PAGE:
President Obama plans to use his executive authority to permanently protect five new national monuments next week. This marks a significant step for the administration: It is now willing to step in and protect special places when Congress refuses to act.
The new monuments will be:
- Rio Grande del Norte, in New Mexico
- San Juan Islands, in Washington
- First State, in Delaware
- Harriet Tubman Underground Railroad, in Maryland
- Charles Young Buffalo Soldiers, in Ohio
Of particular note is Rio Grande del Norte, which at 240,000 acres is the largest monument that the administration has designated thus far. Also, First State National Monument in Delaware will change the fact that the state is the only one in the U.S. without a national park unit.
The announcement of these designations under the 1906 Antiquities Act fits well with President Obama’s challenge to Congress during his State of the Union address: “If Congress won’t act soon to protect future generations, I will.” The last Congress was the first since World War II that failed to protect a single new acre of parks, monuments, or wilderness, despite millions of acres proposed for protection by adjacent communities. As John Podesta, Chair of the Center for American Progress put it, “The last Congress was the most anti-environmental in history, so President Obama is right to respond to the calls of local communities that want their public lands protected.”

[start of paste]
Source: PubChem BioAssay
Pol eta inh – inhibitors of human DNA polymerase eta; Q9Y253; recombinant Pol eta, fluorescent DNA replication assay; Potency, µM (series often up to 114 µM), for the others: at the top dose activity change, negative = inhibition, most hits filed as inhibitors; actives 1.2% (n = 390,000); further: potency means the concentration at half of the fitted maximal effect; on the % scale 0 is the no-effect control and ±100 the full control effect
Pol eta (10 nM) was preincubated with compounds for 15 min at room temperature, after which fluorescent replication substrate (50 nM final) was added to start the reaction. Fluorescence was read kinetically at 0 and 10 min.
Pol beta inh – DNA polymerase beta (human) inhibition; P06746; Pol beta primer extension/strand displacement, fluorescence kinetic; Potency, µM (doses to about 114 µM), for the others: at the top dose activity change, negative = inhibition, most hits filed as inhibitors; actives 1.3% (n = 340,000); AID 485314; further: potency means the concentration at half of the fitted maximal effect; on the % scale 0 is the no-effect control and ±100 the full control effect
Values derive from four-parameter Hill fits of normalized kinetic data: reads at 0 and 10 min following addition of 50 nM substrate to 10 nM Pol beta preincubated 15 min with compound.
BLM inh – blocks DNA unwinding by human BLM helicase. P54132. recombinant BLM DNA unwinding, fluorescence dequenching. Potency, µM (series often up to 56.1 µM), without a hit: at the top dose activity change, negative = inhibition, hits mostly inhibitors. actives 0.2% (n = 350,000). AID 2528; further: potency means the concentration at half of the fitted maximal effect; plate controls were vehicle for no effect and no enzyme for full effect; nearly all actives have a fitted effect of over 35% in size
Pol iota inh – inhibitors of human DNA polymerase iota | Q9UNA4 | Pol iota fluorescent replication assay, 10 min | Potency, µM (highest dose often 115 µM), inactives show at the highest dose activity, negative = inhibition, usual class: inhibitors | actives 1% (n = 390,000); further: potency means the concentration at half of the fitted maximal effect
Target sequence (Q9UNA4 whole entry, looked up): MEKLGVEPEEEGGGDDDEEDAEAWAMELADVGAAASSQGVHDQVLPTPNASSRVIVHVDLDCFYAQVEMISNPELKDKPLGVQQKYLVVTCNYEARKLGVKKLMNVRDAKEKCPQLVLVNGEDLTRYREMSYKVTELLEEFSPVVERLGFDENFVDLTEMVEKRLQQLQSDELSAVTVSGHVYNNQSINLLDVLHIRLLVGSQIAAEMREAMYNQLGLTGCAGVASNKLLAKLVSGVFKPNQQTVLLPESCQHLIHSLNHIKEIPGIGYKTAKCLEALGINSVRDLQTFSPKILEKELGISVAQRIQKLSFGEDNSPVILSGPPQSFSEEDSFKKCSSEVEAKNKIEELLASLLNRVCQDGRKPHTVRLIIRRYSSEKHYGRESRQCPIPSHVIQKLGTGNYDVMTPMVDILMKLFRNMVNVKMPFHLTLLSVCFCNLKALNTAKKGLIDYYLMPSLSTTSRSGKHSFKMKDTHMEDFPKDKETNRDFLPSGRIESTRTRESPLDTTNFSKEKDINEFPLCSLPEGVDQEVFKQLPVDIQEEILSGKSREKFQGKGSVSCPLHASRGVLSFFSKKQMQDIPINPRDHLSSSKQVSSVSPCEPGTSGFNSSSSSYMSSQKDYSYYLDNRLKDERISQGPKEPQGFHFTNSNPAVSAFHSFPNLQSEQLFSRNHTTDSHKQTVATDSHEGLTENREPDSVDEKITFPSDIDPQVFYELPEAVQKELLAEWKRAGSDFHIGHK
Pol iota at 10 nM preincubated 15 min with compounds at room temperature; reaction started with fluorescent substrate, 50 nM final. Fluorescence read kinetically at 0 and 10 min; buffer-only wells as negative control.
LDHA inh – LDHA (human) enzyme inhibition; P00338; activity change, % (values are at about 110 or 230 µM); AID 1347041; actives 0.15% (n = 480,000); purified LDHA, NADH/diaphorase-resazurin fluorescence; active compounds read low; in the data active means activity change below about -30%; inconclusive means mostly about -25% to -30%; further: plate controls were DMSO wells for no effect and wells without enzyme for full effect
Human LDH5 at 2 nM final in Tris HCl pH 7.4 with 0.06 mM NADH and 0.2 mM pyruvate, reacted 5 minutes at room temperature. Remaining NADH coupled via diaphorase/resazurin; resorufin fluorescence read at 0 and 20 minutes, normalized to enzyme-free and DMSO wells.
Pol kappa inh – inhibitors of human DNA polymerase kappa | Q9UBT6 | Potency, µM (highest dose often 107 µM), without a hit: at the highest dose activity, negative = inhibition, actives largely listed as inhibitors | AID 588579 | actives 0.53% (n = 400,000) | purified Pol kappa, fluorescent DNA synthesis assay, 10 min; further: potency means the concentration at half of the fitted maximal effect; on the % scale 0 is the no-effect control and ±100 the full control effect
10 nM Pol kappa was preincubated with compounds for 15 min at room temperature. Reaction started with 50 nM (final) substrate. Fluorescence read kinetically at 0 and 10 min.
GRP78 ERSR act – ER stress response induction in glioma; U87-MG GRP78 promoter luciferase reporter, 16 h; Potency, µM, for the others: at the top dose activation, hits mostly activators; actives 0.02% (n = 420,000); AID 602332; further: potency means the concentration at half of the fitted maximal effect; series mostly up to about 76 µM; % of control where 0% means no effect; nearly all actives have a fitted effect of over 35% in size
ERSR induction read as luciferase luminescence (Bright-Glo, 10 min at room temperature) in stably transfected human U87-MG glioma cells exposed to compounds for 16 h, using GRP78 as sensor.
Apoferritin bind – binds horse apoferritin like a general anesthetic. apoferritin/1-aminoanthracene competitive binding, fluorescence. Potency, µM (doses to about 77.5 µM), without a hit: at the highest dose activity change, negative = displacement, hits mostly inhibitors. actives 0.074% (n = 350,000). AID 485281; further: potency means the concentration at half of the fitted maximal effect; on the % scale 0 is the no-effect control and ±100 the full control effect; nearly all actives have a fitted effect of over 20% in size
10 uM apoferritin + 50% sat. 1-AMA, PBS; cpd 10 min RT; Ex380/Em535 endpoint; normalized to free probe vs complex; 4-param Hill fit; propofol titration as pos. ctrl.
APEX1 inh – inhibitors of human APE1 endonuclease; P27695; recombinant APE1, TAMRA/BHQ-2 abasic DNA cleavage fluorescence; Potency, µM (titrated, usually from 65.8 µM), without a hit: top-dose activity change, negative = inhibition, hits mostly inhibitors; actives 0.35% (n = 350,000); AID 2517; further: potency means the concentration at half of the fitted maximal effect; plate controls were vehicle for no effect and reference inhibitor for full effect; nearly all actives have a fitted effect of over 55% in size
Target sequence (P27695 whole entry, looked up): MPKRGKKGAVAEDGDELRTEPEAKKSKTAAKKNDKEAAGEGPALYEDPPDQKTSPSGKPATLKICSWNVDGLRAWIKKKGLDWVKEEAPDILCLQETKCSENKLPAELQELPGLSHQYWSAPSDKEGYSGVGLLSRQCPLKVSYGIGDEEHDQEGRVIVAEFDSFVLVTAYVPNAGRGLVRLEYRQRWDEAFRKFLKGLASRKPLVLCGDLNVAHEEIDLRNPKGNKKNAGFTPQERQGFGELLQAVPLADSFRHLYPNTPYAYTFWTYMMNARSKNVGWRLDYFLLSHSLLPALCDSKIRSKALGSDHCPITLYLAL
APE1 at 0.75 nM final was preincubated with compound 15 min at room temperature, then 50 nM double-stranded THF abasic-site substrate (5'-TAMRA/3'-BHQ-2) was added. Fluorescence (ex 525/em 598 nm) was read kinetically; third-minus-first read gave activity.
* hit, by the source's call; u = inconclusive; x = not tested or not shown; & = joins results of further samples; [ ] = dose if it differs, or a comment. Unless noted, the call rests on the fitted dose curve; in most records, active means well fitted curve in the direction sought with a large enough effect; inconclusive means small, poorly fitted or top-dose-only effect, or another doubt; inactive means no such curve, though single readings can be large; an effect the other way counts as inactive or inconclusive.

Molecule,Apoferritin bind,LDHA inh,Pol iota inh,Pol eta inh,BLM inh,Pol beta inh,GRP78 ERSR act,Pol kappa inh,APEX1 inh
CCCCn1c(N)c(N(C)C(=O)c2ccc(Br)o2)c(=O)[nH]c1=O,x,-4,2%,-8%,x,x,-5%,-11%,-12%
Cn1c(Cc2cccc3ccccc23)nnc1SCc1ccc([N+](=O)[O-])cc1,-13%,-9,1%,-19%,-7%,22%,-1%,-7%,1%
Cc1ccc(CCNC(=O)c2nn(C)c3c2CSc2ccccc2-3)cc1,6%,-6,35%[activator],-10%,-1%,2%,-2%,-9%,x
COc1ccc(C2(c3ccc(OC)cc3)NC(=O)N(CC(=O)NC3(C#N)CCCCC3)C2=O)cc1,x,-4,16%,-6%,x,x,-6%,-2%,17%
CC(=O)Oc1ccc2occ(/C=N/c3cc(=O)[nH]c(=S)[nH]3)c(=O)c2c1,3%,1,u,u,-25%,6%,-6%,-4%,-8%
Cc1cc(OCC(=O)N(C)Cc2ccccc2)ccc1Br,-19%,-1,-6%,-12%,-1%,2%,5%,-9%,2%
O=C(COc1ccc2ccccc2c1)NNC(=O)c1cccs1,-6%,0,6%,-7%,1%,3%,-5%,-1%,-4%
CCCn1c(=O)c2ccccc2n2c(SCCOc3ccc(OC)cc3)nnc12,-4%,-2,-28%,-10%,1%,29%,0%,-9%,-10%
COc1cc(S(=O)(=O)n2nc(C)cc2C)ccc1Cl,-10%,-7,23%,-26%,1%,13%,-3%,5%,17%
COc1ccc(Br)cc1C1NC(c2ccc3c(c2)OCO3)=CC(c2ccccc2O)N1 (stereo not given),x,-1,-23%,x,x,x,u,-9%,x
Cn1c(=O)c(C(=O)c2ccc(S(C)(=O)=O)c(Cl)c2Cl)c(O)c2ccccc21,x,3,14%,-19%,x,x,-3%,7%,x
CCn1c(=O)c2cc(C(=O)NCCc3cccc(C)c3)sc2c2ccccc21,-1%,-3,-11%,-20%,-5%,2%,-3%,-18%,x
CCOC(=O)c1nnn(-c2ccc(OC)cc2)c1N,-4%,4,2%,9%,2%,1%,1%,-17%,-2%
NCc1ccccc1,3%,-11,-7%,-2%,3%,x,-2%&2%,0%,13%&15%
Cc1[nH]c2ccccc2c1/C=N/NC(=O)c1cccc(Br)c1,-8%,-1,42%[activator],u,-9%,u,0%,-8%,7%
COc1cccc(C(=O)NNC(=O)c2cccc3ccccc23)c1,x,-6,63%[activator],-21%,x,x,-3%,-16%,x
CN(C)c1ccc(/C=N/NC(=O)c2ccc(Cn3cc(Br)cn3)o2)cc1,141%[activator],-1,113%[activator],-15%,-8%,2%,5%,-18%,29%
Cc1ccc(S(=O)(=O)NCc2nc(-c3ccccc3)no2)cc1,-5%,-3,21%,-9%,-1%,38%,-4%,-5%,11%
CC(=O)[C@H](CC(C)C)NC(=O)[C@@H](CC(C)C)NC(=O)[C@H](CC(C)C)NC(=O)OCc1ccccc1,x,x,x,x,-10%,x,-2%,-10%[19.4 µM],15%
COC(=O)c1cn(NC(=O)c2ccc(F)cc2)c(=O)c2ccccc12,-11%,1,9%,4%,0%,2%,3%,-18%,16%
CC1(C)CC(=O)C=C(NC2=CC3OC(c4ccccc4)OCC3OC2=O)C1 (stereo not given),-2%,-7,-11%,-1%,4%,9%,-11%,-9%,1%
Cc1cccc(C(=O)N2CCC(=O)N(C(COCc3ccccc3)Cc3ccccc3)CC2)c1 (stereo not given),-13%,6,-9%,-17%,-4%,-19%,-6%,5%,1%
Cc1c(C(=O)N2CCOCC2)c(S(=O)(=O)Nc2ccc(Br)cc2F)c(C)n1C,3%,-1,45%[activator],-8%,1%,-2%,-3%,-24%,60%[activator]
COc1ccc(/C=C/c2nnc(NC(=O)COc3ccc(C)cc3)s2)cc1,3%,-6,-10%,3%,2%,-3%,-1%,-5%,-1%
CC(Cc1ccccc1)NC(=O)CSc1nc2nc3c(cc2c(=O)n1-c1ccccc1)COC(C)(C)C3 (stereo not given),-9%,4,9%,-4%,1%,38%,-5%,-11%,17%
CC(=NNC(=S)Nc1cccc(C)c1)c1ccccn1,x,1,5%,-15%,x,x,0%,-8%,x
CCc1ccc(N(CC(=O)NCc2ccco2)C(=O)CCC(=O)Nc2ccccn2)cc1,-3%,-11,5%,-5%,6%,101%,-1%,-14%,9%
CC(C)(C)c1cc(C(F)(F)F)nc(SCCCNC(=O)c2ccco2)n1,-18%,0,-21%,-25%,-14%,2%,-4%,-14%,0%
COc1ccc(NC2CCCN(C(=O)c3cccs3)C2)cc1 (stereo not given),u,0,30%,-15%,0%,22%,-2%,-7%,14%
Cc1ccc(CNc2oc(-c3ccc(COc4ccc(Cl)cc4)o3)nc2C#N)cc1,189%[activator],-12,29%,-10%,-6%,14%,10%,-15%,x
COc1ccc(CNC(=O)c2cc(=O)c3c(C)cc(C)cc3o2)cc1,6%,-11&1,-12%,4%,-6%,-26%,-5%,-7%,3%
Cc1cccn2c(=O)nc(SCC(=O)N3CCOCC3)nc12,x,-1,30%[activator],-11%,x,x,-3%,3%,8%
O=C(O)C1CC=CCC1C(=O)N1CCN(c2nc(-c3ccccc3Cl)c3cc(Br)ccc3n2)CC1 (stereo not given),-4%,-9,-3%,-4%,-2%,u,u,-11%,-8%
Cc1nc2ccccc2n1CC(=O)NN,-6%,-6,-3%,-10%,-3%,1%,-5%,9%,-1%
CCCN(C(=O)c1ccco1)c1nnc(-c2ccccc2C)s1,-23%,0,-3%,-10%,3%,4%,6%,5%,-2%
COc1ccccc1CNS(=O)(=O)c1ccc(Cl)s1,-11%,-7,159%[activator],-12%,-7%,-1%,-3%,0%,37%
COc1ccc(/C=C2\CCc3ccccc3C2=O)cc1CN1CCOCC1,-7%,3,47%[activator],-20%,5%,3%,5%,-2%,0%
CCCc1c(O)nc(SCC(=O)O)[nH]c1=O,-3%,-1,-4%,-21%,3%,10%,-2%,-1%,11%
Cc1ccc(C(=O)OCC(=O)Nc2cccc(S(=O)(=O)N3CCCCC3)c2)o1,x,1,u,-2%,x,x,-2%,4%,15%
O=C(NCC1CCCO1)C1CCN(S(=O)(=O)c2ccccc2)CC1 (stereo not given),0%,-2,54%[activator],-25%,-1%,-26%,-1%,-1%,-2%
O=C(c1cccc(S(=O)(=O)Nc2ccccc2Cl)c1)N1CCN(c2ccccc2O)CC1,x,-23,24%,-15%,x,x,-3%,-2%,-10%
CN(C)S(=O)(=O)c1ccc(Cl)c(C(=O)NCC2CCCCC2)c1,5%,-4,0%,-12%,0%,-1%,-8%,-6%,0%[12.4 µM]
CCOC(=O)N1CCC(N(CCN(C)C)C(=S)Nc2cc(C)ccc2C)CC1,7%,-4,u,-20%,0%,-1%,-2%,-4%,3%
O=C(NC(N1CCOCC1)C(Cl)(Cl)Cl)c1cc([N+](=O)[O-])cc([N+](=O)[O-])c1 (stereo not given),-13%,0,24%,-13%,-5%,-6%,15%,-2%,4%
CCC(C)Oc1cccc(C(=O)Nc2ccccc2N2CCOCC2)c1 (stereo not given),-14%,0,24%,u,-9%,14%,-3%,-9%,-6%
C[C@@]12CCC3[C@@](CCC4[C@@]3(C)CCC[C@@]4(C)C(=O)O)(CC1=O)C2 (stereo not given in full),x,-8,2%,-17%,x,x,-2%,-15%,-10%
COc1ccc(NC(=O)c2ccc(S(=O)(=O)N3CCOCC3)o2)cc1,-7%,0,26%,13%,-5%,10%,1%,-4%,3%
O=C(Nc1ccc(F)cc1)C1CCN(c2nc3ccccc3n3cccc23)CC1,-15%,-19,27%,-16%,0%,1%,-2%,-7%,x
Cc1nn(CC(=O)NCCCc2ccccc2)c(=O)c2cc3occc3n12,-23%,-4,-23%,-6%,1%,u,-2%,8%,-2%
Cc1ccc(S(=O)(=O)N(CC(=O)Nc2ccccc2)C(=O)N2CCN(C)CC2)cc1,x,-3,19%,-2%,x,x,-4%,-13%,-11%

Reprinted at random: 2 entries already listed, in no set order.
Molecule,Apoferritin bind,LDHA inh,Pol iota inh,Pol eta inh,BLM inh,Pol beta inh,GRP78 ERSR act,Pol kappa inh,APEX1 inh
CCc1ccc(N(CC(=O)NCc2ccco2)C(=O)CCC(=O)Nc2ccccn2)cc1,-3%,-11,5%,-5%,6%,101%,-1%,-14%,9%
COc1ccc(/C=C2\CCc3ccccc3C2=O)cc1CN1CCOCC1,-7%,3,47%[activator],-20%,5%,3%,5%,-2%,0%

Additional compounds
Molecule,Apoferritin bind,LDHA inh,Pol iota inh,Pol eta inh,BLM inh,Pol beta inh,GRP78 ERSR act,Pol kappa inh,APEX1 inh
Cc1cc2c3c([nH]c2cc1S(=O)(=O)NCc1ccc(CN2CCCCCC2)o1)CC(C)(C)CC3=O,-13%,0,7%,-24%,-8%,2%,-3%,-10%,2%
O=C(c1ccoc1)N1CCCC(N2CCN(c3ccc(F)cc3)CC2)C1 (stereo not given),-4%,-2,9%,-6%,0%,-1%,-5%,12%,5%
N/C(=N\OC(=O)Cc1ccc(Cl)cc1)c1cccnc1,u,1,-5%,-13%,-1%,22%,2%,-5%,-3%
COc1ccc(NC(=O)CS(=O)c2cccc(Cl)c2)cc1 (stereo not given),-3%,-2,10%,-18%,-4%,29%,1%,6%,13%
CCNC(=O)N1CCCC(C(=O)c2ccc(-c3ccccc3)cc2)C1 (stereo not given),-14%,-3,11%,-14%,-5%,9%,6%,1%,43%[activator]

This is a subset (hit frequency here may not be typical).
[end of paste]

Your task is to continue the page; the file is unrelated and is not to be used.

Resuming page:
The permanent protection of hundreds of thousands of acres is also critical because it is the administration’s next step towards putting the conservation of public lands on equal ground with energy development. In the president’s first term, he leased 6.3 million acres of public lands to oil and gas companies, while only 2.6 million acres were protected by Congress and the executive combined. Last month former Secretary of the Interior Bruce Babbitt called on the administration to permanently protect one acre for each one drilled.
Today’s news is welcome for any American who see the economic, health, and other long-term benefits of protected public lands, and is an important advancement for the president in the establishment of his conservation legacy.
Jessica is the Manager of Research and Outreach for the Public Lands Project at the Center for American Progress Action Fund.